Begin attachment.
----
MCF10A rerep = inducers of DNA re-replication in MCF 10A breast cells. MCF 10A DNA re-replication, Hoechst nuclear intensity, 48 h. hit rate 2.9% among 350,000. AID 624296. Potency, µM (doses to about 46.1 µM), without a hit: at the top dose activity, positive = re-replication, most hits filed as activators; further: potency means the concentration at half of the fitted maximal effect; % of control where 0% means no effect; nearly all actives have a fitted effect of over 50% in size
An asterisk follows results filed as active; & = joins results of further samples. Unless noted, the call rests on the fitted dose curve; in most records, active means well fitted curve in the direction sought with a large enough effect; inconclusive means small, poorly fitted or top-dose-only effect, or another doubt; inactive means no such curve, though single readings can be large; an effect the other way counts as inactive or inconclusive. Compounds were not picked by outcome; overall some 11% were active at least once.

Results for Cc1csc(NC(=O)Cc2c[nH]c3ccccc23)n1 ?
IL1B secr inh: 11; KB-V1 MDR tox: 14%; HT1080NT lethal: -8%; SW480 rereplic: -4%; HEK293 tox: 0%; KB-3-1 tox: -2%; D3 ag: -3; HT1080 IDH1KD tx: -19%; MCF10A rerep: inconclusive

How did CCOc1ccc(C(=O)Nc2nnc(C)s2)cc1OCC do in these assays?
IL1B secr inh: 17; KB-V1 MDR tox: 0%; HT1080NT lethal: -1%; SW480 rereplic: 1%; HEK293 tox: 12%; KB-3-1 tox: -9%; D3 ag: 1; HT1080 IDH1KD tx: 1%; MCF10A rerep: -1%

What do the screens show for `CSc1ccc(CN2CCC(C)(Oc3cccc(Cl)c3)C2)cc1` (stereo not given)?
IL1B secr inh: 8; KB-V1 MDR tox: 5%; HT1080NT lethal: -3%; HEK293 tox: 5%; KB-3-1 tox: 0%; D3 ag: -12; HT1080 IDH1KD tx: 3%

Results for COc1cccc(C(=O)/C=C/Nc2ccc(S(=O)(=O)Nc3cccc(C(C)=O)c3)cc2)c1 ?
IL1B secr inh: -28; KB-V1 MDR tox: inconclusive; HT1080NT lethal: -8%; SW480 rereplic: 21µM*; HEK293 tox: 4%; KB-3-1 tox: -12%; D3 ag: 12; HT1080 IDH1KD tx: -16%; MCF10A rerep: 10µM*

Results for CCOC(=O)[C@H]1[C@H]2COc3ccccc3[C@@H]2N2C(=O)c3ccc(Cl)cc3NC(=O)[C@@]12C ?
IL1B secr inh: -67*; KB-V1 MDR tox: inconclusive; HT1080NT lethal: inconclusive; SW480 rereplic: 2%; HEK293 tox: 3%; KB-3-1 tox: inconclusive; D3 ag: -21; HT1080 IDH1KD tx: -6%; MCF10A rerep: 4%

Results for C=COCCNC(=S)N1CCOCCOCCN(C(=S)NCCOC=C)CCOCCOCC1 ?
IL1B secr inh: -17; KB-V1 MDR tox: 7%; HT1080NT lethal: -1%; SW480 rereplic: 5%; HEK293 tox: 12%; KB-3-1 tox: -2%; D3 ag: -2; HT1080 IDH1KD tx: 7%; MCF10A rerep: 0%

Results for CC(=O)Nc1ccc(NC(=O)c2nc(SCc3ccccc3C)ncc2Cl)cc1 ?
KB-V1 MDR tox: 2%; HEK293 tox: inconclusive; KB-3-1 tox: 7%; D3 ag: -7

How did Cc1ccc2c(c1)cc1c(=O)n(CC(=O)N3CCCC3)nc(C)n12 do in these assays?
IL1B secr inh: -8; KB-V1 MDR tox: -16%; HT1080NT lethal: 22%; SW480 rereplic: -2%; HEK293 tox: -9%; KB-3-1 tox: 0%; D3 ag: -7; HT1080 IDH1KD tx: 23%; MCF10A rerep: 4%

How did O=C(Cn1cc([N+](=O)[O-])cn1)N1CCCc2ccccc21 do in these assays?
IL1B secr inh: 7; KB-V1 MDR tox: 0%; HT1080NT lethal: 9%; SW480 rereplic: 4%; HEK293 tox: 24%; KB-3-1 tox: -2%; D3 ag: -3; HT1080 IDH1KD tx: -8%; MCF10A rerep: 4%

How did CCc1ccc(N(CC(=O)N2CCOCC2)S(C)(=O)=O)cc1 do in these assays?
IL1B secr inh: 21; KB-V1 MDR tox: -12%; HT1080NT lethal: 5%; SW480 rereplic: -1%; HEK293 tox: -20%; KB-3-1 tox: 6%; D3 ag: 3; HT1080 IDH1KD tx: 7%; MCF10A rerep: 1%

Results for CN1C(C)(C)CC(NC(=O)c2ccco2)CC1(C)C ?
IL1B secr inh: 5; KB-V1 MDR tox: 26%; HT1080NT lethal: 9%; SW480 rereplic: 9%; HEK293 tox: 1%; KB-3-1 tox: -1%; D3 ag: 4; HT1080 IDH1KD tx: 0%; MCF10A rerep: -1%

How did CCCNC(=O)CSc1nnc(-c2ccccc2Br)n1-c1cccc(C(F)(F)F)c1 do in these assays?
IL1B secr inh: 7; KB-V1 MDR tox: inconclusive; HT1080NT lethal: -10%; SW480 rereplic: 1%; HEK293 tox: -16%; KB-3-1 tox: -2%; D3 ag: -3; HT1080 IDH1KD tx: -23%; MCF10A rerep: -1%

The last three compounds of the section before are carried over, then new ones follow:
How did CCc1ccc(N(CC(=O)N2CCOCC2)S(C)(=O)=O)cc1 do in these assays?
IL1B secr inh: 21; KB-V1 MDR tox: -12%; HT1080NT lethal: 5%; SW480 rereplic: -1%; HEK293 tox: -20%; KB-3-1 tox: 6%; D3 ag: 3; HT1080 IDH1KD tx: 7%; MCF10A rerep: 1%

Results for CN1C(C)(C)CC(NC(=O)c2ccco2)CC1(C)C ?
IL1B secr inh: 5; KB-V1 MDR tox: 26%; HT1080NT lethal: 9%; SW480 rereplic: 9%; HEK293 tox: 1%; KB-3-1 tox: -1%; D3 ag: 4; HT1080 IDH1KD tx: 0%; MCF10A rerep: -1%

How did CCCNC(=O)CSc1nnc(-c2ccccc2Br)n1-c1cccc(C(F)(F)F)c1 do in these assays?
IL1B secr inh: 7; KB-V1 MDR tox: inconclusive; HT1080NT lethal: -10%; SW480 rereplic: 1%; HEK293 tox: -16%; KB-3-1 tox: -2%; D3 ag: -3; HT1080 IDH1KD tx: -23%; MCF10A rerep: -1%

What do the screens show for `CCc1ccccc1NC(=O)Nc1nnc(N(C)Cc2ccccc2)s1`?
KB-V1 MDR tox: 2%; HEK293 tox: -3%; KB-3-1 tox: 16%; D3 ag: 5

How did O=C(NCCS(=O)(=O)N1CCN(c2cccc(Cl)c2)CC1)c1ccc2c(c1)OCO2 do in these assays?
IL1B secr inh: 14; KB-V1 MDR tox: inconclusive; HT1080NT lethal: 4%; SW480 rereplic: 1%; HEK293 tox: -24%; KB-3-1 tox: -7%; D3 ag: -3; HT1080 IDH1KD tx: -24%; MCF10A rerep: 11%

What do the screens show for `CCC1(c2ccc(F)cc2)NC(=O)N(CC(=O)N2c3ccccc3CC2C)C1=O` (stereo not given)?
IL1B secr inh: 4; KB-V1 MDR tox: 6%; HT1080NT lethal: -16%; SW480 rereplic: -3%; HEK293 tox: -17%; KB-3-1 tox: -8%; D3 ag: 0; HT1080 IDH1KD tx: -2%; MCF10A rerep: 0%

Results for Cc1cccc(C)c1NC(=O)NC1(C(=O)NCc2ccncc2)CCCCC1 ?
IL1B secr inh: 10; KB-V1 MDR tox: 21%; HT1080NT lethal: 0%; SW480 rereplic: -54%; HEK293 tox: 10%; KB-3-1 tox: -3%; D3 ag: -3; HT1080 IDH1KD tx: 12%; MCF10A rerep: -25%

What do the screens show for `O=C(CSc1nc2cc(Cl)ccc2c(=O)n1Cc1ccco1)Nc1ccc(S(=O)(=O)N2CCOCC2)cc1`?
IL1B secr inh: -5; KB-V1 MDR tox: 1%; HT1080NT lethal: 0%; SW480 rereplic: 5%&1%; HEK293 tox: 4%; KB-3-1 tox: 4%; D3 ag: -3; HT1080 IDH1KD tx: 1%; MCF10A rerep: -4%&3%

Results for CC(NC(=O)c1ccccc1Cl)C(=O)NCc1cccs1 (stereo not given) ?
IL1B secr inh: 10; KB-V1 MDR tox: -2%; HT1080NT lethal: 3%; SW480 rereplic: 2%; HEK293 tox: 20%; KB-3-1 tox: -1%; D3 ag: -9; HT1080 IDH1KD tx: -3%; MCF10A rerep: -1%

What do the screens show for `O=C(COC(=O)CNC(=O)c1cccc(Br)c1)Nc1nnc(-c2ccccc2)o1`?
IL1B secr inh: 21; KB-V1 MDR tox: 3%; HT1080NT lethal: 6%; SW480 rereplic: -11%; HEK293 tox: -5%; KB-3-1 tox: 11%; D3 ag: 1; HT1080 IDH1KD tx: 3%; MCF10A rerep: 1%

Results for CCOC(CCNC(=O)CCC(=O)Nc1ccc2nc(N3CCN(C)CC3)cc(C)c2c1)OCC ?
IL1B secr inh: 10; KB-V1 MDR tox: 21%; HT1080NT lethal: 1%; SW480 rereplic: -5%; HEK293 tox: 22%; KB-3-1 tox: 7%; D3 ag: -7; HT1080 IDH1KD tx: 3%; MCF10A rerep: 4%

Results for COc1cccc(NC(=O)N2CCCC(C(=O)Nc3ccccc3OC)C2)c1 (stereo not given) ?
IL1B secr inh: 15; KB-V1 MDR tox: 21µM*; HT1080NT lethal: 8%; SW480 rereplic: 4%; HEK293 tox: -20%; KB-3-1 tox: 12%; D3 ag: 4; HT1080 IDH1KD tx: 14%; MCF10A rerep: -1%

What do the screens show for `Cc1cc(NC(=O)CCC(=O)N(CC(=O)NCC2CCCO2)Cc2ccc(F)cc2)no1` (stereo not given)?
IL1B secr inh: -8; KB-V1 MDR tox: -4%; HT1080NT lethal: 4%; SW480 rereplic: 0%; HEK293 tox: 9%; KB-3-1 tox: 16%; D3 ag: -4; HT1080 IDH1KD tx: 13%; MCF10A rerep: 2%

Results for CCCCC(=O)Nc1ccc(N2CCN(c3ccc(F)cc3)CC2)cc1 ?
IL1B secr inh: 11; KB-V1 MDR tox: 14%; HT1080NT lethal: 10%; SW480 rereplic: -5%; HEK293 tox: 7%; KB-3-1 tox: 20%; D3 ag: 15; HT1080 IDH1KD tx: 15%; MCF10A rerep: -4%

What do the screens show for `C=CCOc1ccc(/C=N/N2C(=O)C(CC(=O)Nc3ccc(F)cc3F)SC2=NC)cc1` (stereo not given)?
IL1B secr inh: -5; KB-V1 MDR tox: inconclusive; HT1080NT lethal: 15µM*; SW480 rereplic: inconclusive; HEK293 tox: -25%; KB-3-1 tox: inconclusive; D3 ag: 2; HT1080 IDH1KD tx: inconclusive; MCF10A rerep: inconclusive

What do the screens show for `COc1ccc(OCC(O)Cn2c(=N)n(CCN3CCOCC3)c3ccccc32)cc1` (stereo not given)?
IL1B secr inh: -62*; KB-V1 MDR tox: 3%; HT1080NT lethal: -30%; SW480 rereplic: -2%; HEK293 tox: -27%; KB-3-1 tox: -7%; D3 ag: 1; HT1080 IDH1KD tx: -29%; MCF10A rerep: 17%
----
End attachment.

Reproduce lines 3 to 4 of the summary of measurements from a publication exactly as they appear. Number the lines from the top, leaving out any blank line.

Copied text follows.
Results for Cc1csc(NC(=O)Cc2c[nH]c3ccccc23)n1 ?
IL1B secr inh: 11; KB-V1 MDR tox: 14%; HT1080NT lethal: -8%; SW480 rereplic: -4%; HEK293 tox: 0%; KB-3-1 tox: -2%; D3 ag: -3; HT1080 IDH1KD tx: -19%; MCF10A rerep: inconclusive